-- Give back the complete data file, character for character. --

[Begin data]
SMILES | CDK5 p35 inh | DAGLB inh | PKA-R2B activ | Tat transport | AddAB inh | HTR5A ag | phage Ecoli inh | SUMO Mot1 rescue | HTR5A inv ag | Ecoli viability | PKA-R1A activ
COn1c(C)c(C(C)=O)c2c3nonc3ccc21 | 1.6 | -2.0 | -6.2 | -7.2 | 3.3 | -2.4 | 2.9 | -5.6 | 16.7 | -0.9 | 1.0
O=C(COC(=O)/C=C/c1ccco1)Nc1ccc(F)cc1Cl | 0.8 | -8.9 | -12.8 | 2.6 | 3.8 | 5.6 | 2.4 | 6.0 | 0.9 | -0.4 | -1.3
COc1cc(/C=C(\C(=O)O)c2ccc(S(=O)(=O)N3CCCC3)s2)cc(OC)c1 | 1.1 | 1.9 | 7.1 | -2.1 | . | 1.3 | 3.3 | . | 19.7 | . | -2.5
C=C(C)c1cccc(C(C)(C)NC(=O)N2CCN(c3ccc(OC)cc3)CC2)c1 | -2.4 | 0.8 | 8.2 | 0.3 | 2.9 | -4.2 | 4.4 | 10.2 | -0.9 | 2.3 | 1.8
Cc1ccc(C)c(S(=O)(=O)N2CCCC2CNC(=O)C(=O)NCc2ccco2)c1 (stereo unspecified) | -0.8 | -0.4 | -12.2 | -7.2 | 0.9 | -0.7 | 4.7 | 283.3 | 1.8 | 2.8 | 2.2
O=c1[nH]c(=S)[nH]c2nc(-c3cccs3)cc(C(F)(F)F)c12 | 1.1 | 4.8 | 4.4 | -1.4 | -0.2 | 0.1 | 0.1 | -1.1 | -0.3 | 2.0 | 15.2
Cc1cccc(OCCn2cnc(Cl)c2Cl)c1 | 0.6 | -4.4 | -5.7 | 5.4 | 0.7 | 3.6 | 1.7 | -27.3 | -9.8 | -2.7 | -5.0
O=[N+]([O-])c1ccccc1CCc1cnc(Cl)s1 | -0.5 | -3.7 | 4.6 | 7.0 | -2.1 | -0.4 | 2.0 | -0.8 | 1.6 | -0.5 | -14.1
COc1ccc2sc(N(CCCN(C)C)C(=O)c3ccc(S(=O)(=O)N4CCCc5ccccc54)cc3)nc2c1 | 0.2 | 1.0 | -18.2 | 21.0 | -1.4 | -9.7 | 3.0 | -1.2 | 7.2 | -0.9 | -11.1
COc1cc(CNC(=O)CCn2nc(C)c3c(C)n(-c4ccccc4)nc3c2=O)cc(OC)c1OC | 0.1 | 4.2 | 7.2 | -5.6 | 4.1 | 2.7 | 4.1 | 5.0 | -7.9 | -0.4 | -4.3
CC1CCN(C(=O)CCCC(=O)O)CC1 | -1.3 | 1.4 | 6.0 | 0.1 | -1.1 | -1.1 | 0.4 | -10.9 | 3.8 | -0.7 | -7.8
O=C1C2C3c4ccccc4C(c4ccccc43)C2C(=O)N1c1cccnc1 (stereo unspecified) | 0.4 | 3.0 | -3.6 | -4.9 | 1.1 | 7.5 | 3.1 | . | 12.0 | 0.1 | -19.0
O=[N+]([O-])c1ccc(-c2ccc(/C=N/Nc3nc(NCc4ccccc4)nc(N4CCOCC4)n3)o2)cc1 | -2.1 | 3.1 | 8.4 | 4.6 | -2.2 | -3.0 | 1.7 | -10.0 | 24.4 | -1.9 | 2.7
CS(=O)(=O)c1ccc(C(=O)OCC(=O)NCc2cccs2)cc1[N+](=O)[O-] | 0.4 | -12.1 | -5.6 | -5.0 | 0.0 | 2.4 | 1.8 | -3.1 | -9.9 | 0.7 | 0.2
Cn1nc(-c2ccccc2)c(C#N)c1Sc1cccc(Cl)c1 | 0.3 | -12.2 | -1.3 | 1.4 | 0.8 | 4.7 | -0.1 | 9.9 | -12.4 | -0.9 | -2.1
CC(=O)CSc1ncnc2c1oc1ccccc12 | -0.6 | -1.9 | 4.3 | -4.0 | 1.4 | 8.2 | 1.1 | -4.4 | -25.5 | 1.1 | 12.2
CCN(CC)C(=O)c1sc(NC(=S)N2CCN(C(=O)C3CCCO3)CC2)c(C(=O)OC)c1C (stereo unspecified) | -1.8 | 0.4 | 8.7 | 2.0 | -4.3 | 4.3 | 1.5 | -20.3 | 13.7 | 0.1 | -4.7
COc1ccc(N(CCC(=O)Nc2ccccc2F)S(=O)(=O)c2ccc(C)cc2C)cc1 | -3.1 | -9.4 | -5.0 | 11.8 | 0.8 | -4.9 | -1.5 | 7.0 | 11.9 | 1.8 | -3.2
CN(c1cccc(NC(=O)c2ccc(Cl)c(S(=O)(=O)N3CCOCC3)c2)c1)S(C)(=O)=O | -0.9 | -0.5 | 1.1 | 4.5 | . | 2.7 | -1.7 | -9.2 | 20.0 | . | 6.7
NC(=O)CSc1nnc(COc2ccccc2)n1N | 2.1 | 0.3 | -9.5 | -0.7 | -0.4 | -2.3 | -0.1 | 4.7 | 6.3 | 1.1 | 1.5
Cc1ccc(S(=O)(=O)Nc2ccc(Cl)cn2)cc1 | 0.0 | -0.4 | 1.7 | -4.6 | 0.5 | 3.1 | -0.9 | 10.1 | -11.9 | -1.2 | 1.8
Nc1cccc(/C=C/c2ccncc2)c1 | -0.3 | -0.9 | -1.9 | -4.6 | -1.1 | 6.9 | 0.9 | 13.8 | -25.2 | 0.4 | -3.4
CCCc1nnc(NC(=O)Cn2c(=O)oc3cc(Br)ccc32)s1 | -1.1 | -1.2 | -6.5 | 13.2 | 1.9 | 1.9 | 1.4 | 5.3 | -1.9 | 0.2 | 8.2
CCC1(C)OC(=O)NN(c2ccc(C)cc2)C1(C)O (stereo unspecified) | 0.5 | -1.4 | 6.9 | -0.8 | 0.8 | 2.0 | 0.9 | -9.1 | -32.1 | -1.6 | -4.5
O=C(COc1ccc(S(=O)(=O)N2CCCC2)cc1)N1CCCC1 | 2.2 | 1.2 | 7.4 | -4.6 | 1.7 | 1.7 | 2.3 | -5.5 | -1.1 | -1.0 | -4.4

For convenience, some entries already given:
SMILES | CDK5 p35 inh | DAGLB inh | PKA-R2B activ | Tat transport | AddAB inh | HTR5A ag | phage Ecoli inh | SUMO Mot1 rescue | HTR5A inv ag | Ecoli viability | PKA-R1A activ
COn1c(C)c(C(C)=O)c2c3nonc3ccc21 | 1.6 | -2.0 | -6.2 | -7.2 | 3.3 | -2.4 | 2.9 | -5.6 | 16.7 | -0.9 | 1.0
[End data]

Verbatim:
SMILES | CDK5 p35 inh | DAGLB inh | PKA-R2B activ | Tat transport | AddAB inh | HTR5A ag | phage Ecoli inh | SUMO Mot1 rescue | HTR5A inv ag | Ecoli viability | PKA-R1A activ
COn1c(C)c(C(C)=O)c2c3nonc3ccc21 | 1.6 | -2.0 | -6.2 | -7.2 | 3.3 | -2.4 | 2.9 | -5.6 | 16.7 | -0.9 | 1.0
O=C(COC(=O)/C=C/c1ccco1)Nc1ccc(F)cc1Cl | 0.8 | -8.9 | -12.8 | 2.6 | 3.8 | 5.6 | 2.4 | 6.0 | 0.9 | -0.4 | -1.3
COc1cc(/C=C(\C(=O)O)c2ccc(S(=O)(=O)N3CCCC3)s2)cc(OC)c1 | 1.1 | 1.9 | 7.1 | -2.1 | . | 1.3 | 3.3 | . | 19.7 | . | -2.5
C=C(C)c1cccc(C(C)(C)NC(=O)N2CCN(c3ccc(OC)cc3)CC2)c1 | -2.4 | 0.8 | 8.2 | 0.3 | 2.9 | -4.2 | 4.4 | 10.2 | -0.9 | 2.3 | 1.8
Cc1ccc(C)c(S(=O)(=O)N2CCCC2CNC(=O)C(=O)NCc2ccco2)c1 (stereo unspecified) | -0.8 | -0.4 | -12.2 | -7.2 | 0.9 | -0.7 | 4.7 | 283.3 | 1.8 | 2.8 | 2.2
O=c1[nH]c(=S)[nH]c2nc(-c3cccs3)cc(C(F)(F)F)c12 | 1.1 | 4.8 | 4.4 | -1.4 | -0.2 | 0.1 | 0.1 | -1.1 | -0.3 | 2.0 | 15.2
Cc1cccc(OCCn2cnc(Cl)c2Cl)c1 | 0.6 | -4.4 | -5.7 | 5.4 | 0.7 | 3.6 | 1.7 | -27.3 | -9.8 | -2.7 | -5.0
O=[N+]([O-])c1ccccc1CCc1cnc(Cl)s1 | -0.5 | -3.7 | 4.6 | 7.0 | -2.1 | -0.4 | 2.0 | -0.8 | 1.6 | -0.5 | -14.1
COc1ccc2sc(N(CCCN(C)C)C(=O)c3ccc(S(=O)(=O)N4CCCc5ccccc54)cc3)nc2c1 | 0.2 | 1.0 | -18.2 | 21.0 | -1.4 | -9.7 | 3.0 | -1.2 | 7.2 | -0.9 | -11.1
COc1cc(CNC(=O)CCn2nc(C)c3c(C)n(-c4ccccc4)nc3c2=O)cc(OC)c1OC | 0.1 | 4.2 | 7.2 | -5.6 | 4.1 | 2.7 | 4.1 | 5.0 | -7.9 | -0.4 | -4.3
CC1CCN(C(=O)CCCC(=O)O)CC1 | -1.3 | 1.4 | 6.0 | 0.1 | -1.1 | -1.1 | 0.4 | -10.9 | 3.8 | -0.7 | -7.8
O=C1C2C3c4ccccc4C(c4ccccc43)C2C(=O)N1c1cccnc1 (stereo unspecified) | 0.4 | 3.0 | -3.6 | -4.9 | 1.1 | 7.5 | 3.1 | . | 12.0 | 0.1 | -19.0
O=[N+]([O-])c1ccc(-c2ccc(/C=N/Nc3nc(NCc4ccccc4)nc(N4CCOCC4)n3)o2)cc1 | -2.1 | 3.1 | 8.4 | 4.6 | -2.2 | -3.0 | 1.7 | -10.0 | 24.4 | -1.9 | 2.7
CS(=O)(=O)c1ccc(C(=O)OCC(=O)NCc2cccs2)cc1[N+](=O)[O-] | 0.4 | -12.1 | -5.6 | -5.0 | 0.0 | 2.4 | 1.8 | -3.1 | -9.9 | 0.7 | 0.2
Cn1nc(-c2ccccc2)c(C#N)c1Sc1cccc(Cl)c1 | 0.3 | -12.2 | -1.3 | 1.4 | 0.8 | 4.7 | -0.1 | 9.9 | -12.4 | -0.9 | -2.1
CC(=O)CSc1ncnc2c1oc1ccccc12 | -0.6 | -1.9 | 4.3 | -4.0 | 1.4 | 8.2 | 1.1 | -4.4 | -25.5 | 1.1 | 12.2
CCN(CC)C(=O)c1sc(NC(=S)N2CCN(C(=O)C3CCCO3)CC2)c(C(=O)OC)c1C (stereo unspecified) | -1.8 | 0.4 | 8.7 | 2.0 | -4.3 | 4.3 | 1.5 | -20.3 | 13.7 | 0.1 | -4.7
COc1ccc(N(CCC(=O)Nc2ccccc2F)S(=O)(=O)c2ccc(C)cc2C)cc1 | -3.1 | -9.4 | -5.0 | 11.8 | 0.8 | -4.9 | -1.5 | 7.0 | 11.9 | 1.8 | -3.2
CN(c1cccc(NC(=O)c2ccc(Cl)c(S(=O)(=O)N3CCOCC3)c2)c1)S(C)(=O)=O | -0.9 | -0.5 | 1.1 | 4.5 | . | 2.7 | -1.7 | -9.2 | 20.0 | . | 6.7
NC(=O)CSc1nnc(COc2ccccc2)n1N | 2.1 | 0.3 | -9.5 | -0.7 | -0.4 | -2.3 | -0.1 | 4.7 | 6.3 | 1.1 | 1.5
Cc1ccc(S(=O)(=O)Nc2ccc(Cl)cn2)cc1 | 0.0 | -0.4 | 1.7 | -4.6 | 0.5 | 3.1 | -0.9 | 10.1 | -11.9 | -1.2 | 1.8
Nc1cccc(/C=C/c2ccncc2)c1 | -0.3 | -0.9 | -1.9 | -4.6 | -1.1 | 6.9 | 0.9 | 13.8 | -25.2 | 0.4 | -3.4
CCCc1nnc(NC(=O)Cn2c(=O)oc3cc(Br)ccc32)s1 | -1.1 | -1.2 | -6.5 | 13.2 | 1.9 | 1.9 | 1.4 | 5.3 | -1.9 | 0.2 | 8.2
CCC1(C)OC(=O)NN(c2ccc(C)cc2)C1(C)O (stereo unspecified) | 0.5 | -1.4 | 6.9 | -0.8 | 0.8 | 2.0 | 0.9 | -9.1 | -32.1 | -1.6 | -4.5
O=C(COc1ccc(S(=O)(=O)N2CCCC2)cc1)N1CCCC1 | 2.2 | 1.2 | 7.4 | -4.6 | 1.7 | 1.7 | 2.3 | -5.5 | -1.1 | -1.0 | -4.4

For convenience, some entries already given:
SMILES | CDK5 p35 inh | DAGLB inh | PKA-R2B activ | Tat transport | AddAB inh | HTR5A ag | phage Ecoli inh | SUMO Mot1 rescue | HTR5A inv ag | Ecoli viability | PKA-R1A activ
COn1c(C)c(C(C)=O)c2c3nonc3ccc21 | 1.6 | -2.0 | -6.2 | -7.2 | 3.3 | -2.4 | 2.9 | -5.6 | 16.7 | -0.9 | 1.0